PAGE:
The History of Brazilian Jiu-Jitsu

 The roots of Brazilian Jiu Jitsu originate in the teachings of Mitsuyo Maeda, one of Judo’s most prominent figures, while he lived and taught his art in Brazil.  Jigoro Kano, the founder of Judo, sent Maeda as a representative from Japan to teach Judo worldwide.  During his travels, Maeda fought many matches and openly took on challenges from opponents of different martial arts and sports backgrounds, like wrestling and boxing.  Based on these experiences, he began to modify the sport Judo he learned from Jigoro Kano so that he could persevere and win in a real fight, rather than a sports match with set rules and regulations.  He incorporated many techniques derived from the samurai fighting arts that were discarded in the development of Judo as a “gentle art” to be practiced in times of political peace.


        When Maeda moved to Brazil, he became friends with Gastao Gracie and taught his son Carlos the fighting skills he had acquired both from his traditional Japanese martial arts training and from practical experience gained during this travels


       In a fight, Maeda found that he was most successful using strikes and kicks to close the distance between him and his opponent.  Once close enough, he would clinch and use Judo to take his opponent to the ground.  On the ground he would apply pins and submissions that the opponent did not know how to defend.  Maeda was the first to innovate in this manner, weaving together techniques into phases of combat, and thereby creating a unique strategy that centered on taking the opponent to the ground as soon as possible.


        The innovations did not end with Maeda, however, Carlos Gracie and his brothers learned under Maeda and became proficient practicioners and teachers.  They embraced and perfected Maeda’s strategy of taking opponents to the ground.  Like Maeda, they engaged in and began open-challenge matches, testing their strategy and skill against opponents of other backgrounds.  These sanctioned matches had few or no rules, and the Gracies quickly earned a reputation for their unparalleled skill and courage.

The innovations of the Gracies came from additional challenges that they faced during their fights.  Like Maeda, they had to modify their techniques to win.  The Gracies were physically smaller compared to most of their competitors, and so they needed to find ways to use leverage rather than strength and to fight effectively on their backs for long periods of time.


        Whereas in traditional fighting victory was achieved by means of a pin, the Gracies saw that these pins rarely kept big opponents down.  Instead it was more effective to control the opponent from the back.  While a position like this would never get points in a traditional match, in a real fight it was a key to success: another breakthrough.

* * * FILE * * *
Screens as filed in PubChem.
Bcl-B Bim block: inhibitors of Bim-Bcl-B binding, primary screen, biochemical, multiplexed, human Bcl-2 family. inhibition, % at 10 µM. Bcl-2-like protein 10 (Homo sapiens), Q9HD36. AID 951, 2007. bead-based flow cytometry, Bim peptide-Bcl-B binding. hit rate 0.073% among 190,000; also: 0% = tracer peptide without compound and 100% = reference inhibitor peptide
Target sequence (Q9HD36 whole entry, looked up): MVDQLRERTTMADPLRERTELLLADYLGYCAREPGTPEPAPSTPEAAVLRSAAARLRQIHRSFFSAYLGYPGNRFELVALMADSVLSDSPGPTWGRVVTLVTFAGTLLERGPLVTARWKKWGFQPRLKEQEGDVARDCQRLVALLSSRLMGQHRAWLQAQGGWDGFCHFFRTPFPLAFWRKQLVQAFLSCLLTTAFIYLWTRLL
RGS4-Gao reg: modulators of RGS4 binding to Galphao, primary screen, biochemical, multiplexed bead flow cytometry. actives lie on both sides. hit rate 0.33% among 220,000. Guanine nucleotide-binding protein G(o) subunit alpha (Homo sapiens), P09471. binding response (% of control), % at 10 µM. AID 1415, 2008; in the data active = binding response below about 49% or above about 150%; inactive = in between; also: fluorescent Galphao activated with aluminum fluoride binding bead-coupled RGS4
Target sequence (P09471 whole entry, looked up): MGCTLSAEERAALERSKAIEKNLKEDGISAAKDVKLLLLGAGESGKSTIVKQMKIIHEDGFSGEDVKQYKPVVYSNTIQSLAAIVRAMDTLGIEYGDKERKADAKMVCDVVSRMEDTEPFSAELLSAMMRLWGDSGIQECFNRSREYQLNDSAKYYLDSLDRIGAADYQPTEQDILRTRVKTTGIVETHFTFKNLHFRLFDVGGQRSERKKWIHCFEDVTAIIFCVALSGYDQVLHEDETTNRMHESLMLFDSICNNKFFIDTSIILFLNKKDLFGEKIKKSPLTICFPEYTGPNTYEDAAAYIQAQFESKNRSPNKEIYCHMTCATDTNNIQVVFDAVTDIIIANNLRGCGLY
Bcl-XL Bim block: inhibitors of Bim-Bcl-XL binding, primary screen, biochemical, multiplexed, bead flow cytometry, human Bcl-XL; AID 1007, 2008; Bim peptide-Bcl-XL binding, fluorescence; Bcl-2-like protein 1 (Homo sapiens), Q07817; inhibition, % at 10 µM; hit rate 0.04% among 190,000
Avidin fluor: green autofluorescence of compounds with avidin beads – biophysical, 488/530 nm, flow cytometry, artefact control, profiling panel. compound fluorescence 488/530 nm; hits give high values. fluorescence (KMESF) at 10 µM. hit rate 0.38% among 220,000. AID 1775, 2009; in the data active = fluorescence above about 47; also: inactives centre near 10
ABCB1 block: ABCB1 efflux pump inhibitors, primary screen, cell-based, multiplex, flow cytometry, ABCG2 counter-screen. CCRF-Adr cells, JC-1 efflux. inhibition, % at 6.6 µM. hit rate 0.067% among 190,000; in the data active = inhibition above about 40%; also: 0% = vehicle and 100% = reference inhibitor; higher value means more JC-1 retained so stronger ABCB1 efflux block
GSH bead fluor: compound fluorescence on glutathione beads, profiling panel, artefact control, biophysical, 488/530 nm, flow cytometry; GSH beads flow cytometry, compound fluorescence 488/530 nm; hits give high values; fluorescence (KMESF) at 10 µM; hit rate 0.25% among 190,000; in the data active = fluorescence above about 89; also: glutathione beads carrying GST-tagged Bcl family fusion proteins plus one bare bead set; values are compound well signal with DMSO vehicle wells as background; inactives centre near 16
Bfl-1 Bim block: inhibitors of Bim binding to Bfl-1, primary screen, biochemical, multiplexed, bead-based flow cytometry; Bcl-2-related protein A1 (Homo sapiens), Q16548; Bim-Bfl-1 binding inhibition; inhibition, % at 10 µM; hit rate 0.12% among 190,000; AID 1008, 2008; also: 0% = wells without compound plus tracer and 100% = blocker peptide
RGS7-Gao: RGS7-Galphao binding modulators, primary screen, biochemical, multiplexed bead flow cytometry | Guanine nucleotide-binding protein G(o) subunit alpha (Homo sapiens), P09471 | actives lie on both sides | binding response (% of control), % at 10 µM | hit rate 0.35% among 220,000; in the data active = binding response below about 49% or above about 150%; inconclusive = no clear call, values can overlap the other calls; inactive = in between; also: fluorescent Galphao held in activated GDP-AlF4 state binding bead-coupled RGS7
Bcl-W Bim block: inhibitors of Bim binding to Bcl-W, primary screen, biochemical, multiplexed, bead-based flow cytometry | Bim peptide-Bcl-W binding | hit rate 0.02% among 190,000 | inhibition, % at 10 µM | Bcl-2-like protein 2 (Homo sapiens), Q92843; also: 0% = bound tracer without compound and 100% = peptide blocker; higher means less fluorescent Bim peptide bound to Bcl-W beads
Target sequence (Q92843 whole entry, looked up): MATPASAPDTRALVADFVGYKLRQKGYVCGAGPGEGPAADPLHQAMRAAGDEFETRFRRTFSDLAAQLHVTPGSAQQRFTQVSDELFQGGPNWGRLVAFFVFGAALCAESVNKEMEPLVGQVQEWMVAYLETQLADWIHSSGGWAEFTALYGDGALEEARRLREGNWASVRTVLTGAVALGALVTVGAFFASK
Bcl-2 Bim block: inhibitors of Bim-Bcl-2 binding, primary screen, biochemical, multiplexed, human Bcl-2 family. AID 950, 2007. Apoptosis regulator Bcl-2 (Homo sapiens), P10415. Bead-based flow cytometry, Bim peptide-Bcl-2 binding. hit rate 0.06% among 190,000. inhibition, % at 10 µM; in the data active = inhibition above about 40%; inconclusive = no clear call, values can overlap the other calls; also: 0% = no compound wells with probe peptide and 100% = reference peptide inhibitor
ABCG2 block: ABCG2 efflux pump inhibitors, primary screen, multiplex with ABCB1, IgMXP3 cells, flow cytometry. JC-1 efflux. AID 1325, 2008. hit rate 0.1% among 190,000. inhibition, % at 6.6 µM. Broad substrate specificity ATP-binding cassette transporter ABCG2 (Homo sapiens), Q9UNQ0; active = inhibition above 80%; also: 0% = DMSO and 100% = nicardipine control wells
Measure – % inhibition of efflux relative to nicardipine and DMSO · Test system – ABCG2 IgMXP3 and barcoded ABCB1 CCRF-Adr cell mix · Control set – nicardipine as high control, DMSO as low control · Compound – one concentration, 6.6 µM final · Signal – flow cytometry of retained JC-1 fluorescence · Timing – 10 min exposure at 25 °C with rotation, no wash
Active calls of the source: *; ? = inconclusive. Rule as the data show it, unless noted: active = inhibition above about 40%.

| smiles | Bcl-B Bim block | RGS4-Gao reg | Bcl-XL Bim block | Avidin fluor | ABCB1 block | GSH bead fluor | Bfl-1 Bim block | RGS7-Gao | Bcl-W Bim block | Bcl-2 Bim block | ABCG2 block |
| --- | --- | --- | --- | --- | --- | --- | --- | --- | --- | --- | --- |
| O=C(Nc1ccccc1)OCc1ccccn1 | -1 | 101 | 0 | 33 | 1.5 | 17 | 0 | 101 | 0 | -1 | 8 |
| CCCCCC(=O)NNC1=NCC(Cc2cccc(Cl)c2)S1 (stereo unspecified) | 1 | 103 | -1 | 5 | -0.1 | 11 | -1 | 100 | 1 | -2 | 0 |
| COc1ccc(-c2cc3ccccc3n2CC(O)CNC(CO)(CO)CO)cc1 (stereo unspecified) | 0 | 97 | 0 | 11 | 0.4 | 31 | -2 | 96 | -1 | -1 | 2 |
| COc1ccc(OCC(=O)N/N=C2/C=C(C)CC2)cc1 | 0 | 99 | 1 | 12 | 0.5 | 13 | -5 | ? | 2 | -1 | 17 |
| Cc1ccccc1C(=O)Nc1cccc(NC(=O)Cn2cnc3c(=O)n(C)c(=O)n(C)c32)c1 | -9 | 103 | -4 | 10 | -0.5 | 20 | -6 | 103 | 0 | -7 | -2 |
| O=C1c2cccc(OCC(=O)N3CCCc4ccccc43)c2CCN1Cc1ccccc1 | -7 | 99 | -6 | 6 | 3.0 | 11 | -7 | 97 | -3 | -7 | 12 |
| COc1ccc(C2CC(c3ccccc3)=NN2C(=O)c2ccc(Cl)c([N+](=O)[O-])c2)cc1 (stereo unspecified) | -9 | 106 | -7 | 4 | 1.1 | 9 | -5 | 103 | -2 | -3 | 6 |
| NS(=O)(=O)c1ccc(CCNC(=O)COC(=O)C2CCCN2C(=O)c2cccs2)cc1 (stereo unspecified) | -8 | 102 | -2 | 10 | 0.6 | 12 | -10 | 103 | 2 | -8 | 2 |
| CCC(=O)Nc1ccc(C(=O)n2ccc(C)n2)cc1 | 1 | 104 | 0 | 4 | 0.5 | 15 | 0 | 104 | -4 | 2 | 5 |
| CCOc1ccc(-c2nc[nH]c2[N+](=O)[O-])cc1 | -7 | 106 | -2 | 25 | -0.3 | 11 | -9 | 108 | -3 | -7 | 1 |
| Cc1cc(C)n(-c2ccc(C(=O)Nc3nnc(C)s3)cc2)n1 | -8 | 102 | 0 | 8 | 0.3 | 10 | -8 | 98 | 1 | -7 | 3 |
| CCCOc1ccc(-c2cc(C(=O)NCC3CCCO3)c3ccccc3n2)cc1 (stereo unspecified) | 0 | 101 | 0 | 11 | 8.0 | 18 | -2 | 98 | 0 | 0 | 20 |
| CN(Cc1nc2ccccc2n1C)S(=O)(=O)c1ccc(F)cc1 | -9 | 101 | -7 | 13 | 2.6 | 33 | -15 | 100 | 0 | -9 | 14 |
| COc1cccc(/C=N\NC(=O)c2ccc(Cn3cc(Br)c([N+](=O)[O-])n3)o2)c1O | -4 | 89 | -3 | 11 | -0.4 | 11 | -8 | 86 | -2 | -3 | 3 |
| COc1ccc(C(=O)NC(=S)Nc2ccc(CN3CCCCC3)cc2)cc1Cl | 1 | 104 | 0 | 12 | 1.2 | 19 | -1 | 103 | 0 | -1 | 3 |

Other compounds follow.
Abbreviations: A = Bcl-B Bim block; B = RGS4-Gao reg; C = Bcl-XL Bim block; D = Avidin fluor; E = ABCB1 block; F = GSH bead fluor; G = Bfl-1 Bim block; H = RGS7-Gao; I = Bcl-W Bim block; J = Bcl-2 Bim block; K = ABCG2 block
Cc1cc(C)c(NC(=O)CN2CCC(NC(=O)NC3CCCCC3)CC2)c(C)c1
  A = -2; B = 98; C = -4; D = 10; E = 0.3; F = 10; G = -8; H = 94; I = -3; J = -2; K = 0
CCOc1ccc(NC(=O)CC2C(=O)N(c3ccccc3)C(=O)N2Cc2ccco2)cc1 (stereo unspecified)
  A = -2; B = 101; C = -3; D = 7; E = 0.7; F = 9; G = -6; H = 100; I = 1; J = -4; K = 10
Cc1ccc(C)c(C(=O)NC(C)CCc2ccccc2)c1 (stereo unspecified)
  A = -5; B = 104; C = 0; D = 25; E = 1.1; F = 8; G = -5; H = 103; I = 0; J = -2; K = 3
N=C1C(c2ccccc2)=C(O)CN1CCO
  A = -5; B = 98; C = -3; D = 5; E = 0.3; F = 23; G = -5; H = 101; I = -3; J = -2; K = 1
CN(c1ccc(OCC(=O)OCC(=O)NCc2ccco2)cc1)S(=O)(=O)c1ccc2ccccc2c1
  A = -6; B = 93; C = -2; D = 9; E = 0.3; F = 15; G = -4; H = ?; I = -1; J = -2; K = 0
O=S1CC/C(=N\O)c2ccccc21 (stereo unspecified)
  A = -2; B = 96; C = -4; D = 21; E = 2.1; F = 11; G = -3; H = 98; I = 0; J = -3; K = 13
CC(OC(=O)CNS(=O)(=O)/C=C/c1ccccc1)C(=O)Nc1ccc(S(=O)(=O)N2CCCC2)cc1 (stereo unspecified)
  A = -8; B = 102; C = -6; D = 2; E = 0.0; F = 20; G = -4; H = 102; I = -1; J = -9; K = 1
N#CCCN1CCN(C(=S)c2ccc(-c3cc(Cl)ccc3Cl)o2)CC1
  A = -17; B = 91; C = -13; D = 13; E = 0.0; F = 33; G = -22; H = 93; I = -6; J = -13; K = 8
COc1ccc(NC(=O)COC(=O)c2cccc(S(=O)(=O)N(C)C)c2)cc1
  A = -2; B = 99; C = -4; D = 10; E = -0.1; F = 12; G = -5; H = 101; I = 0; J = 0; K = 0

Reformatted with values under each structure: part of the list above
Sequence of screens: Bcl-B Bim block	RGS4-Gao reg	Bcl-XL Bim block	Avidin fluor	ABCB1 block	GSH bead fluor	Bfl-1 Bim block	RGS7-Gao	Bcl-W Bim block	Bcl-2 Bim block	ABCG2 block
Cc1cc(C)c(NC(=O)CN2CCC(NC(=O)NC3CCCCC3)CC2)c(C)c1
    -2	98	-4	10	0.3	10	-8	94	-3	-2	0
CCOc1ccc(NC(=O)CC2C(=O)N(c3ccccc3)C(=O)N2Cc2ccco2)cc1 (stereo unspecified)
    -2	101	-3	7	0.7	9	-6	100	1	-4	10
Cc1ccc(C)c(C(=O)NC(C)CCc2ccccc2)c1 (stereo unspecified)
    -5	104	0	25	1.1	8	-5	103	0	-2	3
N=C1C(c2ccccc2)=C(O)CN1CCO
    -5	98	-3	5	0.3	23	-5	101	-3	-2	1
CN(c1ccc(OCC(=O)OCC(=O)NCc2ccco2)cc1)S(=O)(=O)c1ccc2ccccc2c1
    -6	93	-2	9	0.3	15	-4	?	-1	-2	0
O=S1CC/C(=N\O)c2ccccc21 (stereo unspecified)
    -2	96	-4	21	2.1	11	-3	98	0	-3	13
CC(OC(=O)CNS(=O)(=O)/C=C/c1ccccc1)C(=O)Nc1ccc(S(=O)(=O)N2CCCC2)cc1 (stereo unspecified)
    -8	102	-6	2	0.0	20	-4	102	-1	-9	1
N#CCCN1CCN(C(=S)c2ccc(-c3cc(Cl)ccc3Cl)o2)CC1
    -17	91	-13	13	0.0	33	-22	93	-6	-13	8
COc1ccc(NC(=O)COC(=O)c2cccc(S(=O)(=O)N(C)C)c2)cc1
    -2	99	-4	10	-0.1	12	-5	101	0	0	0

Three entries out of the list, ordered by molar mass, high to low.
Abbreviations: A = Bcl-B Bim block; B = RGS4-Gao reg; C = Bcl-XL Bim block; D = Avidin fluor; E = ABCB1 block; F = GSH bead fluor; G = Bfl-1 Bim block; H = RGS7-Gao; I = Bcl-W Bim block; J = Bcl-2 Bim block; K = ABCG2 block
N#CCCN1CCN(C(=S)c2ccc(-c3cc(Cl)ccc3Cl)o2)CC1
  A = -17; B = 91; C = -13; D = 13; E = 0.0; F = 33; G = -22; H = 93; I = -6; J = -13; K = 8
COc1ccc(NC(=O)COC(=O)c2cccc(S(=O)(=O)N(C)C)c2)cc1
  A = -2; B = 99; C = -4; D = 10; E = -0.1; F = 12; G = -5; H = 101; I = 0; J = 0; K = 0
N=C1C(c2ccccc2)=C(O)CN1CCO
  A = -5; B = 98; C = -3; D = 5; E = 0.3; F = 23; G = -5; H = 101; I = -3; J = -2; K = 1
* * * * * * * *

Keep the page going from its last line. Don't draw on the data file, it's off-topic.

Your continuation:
Pins were still used, but the Gracies began to test and rank them, understanding when each one should be used in a fight, and which ones presented opportunities to strike the opponent.  In this way, the Gracies developed a system which guided the fighter to escape from bad positions and transition to good positions from which submissions were easier to achieve.  In a sense, the goal of the fighter was to advance up a "hierarchy of positions".  Even today in sport Brazilian Jiu Jitsu, points in a match are awarded based on "positional dominance": another innovation of the Gracies.


        Based on this strategy of positional dominance and technique, anyone can excel at the fighting arts with proper training.  The Gracies innovated by necessity, so that they could win against bigger and stronger opponents.  They were smaller, but they fought smarter, using positional strategy and techniques based on leverage in the context of human anatomy.  Because of this Gracie Jiu Jitsu, now widely known also as Brazilian Jiu Jitsu, has been successfully taught to and used by people of all backgrounds, body types, and ages, from Mixed Marital Arts fighters to athletes and non-athletes, women, children, and even sick, disabled, and elderly people.  The root of this success in a broadand diverse spectrum of practicioners is that Brazilian Jiu Jitsu is a martial art based on a practical system of self-defense, tried and tested extensively in Brazil and worldwide, that anyone can confidently put to use in their lives.


        The benefits of Brazilian Jiu Jitsu extend past self-defense.  Pracitioners appreciate Brazilian Jiu Jitsu as a way of maintaining health and fitness, motivation for diet and exercise, mental agility, discipline, awareness, confidence, and recovery from sickness, to name a few.  Please view the testimonials (coming soon!) to read accounts of the impact of Brazilian Jiu Jitsu in practicioners’ lives.




Gracie, Renzo and Danaher, John (2003) Mastering Jujitsu. Champaign, IL: Human Kinetics. ISBN 0-7360-4404-3.


Machado, Rigan and Fraguas, Jose M. (2004) Encyclopedia of Brazilian Jiu-Jitsu (Vol. 1). Burbank, California: Unique Publications. ISBN 0-86568-224-0.


Photo credits:


Helio Gracie: obtained from


Carlos Gracie: obtained from


Carlos Gracie armbar: obtained from

Carlos Gracie
Helio Gracie
Carlos Gracie demonstrates the flying armbar.

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